Definition of B2B customer segmentation
B2B customer segmentation is the practice of identifying and classifying customers based on their shared characteristics. Breaking down a big customer base into smaller segments for marketing purposes allows you to offer a more tailored service to your customers.
Everything you do in customer success revolves around finding new and unexpected uses for your products that benefit both you and your customers. Using a B2B customer segmentation model helps you narrow your focus by splitting your portfolio into similar accounts.
B2B market segmentation and customer segmentation are different concepts. B2B segmentation can be created based on factors such as size, relative value, industry, location, requirements, or license evaluations.
What are the 4 types of B2B customer segmentation?
Customer data gathered from numerous segment types is utilized by B2C marketers. Given our focus on B2B marketing, here are four critical segments and their relationship to B2B customer segmentation.
Firmographic data is the inverse of the demographic data stated above. It is used as a benchmark for categorizing wholesale clients according to B2B demographic segmentation features.
- Industry type
- You’ll divide your B2B client base into groups with similar characteristics based on the six qualities described above and any other attributes you choose.
- Then, you may develop a strategy for approaching and promoting the product/service based on the usual features of the customers in each category.
However, B2B marketers should be mindful that the firmographic data does not always provide accurate customer data as it should be. Customers categorized into a category may not always have the same needs as predicted. As a result, figmographics alone will not suffice for the right segmentation strategy.
Geographic segmentation enables the marketing team to segment customers based on their geographic location. This might be as specific as a city and zip code or as vast as Australia or the Eastern European region.
Geographic data points worth considering for B2B customer segmentation include country, city, and timezone. Why is this important?
You can combine this information with demographic and behavioral data to better target your strategic marketing initiatives. For example, you’ll know the optimal time of day to send emails to maximize open rates.
Segmentation of need and demand
Needs and demands are major determinants of B2B market segmentation. Companies may ultimately determine their customers’ needs and demands through marketing channels like websites and customer surveys. This study is also referred to as behavioral segmentation in B2C marketing (retail customer segmentation).
You may categorize customers based on their needs for your product/service. All business segmentation data pertaining to these features that clients want would be a wonderful contribution to developing appropriate strategies.
B2B customer segmentation based on needs begins with what draws prospective customers to your business in the first place. For example, If you’re a software (SaaS) company and a site visitor contacts you after reading a blog post on file sharing, you may realize that the visitor demands an easier way to share files. As a result, you may choose to target that prospect with further information on that subject in order to move the user through your sales funnel.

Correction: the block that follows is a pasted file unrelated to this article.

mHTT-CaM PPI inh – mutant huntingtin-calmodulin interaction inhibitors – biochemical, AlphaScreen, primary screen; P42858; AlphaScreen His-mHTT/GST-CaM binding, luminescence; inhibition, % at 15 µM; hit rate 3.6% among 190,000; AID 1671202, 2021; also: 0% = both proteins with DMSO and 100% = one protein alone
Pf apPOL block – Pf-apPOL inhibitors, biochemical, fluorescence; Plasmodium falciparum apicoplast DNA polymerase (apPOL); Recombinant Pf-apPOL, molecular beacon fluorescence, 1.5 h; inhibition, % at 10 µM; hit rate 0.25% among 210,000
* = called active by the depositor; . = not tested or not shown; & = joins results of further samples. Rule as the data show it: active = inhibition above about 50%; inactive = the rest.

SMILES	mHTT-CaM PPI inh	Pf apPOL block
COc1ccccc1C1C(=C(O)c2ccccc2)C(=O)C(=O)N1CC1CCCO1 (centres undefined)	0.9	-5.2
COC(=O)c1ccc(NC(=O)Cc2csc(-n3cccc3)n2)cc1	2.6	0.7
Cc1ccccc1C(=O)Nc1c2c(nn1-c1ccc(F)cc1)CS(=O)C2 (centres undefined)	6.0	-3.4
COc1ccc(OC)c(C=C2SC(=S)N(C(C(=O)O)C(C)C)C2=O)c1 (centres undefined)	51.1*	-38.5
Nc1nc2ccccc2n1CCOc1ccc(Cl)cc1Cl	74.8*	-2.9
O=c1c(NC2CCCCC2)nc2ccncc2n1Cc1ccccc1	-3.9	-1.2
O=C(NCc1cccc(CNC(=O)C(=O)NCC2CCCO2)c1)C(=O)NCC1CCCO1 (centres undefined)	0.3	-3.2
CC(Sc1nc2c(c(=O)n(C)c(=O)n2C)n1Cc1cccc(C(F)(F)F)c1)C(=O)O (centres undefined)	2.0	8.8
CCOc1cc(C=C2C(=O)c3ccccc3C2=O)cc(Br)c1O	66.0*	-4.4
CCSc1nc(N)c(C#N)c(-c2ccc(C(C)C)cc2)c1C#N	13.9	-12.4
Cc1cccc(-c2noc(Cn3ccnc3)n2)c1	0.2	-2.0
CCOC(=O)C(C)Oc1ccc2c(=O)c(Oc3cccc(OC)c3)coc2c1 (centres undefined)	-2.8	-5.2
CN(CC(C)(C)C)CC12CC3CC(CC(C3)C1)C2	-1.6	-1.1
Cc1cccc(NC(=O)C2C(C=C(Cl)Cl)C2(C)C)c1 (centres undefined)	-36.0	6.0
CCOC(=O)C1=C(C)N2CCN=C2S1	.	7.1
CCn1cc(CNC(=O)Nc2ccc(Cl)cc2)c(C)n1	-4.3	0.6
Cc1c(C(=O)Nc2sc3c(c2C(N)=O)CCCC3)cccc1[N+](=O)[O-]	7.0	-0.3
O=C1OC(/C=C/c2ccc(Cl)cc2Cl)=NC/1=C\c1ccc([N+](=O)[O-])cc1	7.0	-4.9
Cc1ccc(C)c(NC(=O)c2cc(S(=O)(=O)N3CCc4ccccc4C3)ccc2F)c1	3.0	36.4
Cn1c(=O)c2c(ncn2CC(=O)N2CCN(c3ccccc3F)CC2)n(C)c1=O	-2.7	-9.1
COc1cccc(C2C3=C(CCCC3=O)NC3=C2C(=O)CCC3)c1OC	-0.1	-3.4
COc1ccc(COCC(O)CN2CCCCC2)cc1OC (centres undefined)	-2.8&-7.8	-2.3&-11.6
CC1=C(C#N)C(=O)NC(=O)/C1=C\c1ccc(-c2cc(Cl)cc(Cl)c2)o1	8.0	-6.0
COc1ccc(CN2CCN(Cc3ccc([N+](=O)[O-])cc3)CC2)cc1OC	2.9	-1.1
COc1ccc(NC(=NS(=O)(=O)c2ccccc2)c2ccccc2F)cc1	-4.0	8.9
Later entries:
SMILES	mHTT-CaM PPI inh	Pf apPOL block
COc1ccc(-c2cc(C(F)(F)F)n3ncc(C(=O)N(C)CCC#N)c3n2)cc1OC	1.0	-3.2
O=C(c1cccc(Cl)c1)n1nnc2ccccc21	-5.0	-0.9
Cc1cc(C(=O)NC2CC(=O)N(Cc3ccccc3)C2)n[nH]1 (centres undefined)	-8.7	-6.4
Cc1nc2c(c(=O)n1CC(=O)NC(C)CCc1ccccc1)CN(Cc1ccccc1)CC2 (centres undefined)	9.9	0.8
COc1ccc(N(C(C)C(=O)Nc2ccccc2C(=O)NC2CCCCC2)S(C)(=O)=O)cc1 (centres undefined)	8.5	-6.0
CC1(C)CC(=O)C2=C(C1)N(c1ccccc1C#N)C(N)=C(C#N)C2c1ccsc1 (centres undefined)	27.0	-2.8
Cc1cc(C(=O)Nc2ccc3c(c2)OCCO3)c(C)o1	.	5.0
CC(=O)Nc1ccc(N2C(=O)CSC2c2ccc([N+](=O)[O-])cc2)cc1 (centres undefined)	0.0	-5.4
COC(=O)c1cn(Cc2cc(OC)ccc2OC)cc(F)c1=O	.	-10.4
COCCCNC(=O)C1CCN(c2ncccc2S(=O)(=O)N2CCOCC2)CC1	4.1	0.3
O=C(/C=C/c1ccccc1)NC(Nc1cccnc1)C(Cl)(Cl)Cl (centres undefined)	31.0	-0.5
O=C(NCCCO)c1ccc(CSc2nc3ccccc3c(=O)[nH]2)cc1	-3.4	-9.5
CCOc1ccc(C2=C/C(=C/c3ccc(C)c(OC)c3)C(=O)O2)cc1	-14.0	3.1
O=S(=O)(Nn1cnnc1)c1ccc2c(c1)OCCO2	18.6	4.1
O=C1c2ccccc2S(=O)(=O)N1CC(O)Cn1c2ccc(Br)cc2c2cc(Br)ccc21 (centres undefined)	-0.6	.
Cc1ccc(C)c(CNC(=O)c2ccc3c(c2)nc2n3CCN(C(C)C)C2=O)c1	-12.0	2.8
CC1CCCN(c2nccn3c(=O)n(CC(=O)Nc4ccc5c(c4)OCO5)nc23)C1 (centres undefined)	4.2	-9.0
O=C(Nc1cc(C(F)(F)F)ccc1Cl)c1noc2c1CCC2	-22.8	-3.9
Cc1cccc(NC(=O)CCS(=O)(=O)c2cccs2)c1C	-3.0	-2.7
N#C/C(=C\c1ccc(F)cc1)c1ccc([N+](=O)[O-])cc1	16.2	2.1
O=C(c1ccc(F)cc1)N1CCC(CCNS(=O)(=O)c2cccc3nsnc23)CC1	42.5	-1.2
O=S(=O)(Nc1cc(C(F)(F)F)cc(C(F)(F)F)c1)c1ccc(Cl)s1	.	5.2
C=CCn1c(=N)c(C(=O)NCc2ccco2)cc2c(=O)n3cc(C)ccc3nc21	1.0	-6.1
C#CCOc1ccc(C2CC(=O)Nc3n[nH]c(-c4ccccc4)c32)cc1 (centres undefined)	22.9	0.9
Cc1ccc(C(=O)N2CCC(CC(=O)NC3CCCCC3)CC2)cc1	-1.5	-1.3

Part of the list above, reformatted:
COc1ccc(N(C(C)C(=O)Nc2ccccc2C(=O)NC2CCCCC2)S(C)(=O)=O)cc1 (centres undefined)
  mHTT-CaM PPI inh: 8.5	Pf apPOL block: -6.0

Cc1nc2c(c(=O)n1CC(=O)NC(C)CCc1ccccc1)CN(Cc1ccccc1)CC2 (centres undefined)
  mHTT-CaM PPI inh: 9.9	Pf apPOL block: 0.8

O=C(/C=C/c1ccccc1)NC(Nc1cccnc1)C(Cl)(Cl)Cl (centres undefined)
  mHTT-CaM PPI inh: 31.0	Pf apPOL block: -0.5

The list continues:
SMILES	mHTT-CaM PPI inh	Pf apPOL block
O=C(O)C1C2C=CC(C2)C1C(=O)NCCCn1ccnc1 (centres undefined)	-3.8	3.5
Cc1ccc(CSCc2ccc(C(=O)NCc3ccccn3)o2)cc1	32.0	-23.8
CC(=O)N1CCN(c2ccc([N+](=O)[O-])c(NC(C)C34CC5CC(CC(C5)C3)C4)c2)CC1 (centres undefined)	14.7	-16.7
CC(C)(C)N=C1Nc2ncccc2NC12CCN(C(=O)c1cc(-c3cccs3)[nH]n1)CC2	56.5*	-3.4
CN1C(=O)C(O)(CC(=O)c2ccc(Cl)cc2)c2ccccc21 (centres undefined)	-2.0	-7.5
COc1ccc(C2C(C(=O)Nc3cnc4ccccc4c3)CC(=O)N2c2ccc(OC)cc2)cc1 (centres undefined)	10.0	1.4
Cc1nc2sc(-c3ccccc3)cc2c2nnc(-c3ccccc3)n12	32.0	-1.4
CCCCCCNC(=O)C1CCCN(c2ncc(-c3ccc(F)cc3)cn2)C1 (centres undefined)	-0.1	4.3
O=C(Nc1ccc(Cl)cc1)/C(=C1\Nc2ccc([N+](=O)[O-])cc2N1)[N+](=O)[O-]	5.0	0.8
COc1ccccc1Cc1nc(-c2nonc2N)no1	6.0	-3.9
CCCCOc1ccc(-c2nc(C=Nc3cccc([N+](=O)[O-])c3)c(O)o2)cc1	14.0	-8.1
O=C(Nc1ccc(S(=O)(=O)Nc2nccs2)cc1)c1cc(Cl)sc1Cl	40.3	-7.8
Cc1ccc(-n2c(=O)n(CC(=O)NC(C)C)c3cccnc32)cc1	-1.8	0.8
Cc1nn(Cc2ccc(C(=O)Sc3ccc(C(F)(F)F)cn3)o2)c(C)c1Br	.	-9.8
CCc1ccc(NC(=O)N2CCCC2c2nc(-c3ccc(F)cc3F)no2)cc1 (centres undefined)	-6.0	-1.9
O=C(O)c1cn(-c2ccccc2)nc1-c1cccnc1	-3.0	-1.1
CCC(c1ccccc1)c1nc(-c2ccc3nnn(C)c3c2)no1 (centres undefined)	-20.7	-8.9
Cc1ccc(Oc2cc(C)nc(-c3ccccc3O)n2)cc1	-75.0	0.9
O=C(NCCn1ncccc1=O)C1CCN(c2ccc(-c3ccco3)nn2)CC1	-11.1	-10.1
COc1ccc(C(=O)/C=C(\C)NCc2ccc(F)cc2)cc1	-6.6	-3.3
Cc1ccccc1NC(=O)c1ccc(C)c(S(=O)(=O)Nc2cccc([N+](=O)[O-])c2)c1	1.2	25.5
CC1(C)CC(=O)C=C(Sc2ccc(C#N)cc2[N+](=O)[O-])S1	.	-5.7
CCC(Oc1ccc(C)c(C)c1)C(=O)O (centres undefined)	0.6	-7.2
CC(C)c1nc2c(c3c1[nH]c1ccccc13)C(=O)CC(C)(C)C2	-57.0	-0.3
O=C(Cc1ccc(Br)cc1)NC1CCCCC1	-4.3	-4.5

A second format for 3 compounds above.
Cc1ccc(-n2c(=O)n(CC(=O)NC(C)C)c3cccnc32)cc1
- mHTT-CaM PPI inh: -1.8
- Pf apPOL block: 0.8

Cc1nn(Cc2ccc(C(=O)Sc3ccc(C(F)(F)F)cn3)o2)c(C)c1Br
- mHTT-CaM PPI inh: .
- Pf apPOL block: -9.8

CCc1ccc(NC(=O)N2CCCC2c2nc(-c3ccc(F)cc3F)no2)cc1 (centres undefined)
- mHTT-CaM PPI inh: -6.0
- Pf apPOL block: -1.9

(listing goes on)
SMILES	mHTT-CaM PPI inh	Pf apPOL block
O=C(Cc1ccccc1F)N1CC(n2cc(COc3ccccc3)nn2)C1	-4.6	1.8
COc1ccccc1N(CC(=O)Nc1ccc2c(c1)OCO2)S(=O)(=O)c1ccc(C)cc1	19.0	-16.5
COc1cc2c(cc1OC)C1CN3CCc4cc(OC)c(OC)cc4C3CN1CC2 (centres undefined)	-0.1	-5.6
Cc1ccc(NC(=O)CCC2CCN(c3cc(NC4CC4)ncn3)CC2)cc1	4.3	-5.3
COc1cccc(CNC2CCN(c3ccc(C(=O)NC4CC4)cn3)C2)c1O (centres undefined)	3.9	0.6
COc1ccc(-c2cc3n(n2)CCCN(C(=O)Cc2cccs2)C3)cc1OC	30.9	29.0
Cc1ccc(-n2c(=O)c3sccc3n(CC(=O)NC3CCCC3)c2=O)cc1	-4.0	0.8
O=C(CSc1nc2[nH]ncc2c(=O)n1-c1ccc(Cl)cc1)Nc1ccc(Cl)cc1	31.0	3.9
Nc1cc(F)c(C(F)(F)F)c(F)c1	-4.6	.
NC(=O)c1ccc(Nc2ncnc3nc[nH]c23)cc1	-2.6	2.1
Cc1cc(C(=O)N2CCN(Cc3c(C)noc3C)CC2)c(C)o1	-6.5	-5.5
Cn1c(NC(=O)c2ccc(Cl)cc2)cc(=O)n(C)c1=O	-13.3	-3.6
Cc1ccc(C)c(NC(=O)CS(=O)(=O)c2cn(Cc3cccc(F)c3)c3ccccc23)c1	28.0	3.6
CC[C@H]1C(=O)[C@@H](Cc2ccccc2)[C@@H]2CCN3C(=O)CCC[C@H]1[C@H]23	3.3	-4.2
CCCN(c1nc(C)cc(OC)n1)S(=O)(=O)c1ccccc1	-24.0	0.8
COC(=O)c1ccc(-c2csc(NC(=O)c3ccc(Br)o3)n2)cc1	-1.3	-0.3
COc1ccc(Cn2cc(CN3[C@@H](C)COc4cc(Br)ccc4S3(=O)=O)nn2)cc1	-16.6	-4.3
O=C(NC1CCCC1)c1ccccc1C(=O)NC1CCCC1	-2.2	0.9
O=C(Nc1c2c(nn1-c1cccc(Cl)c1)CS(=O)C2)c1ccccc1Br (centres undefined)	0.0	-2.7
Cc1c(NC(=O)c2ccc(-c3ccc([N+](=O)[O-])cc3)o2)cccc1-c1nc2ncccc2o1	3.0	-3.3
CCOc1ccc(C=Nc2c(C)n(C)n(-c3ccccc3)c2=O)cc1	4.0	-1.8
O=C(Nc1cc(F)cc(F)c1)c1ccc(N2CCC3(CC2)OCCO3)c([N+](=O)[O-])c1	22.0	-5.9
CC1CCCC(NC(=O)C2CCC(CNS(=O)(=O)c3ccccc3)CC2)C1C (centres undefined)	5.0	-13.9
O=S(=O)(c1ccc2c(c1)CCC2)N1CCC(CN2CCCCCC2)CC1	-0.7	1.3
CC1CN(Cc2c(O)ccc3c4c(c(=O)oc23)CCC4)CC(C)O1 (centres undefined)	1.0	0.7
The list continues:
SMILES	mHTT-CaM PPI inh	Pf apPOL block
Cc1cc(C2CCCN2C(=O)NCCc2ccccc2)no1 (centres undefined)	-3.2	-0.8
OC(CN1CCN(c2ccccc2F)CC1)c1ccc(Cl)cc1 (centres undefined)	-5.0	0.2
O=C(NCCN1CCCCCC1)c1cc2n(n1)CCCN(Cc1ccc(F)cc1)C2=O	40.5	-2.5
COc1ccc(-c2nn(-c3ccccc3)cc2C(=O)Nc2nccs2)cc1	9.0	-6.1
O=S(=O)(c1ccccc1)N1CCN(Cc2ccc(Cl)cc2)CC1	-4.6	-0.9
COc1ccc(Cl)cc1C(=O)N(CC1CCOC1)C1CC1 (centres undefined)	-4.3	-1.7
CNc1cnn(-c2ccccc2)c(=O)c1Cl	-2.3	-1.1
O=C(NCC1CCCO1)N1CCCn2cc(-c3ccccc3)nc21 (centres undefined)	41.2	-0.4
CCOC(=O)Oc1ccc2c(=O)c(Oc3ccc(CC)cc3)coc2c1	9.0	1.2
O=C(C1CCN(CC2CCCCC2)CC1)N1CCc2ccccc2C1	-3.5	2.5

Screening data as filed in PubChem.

On the other hand, the major disadvantage of this strategy is that it is difficult to ascertain the precise wants of clients. Because they do not know what they need most.
Behavioral segmentation (purchasing behavior)
Companies may ultimately determine their customers’ needs and demands through marketing channels like websites and customer surveys. This study is also referred to as behavioral segmentation in the marketing world.
In business marketing (B2B), purchasing behavior is regarded as the most important behavioral segmentation method. Therefore, B2B marketing experts have discovered three distinct customer behavior patterns based only on purchasing behavior.
Complicated purchasing behavior
A B2B buyer is actively and thoroughly involved in the purchasing process, spending time learning about the features and considerations to consider, narrowing down possibilities, and eventually making a choice.
Comparative purchasing behavior
A B2B buyer is actively involved in the purchasing process but is unaware of substantial brand differences. Therefore, they will not be able to compare products. They will make a purchase quite simply, but will request confirmatory validation following the transaction. This may occur in B2B when a customer is evaluating a new product and discovers that rival goods provide comparable features.
Habit-based purchasing behavior
A B2B customer has limited control over the purchasing process and buys out of habit. By the way, it is not something that is frequently encountered in B2B transactions. In B2B markets, everybody is replaceable.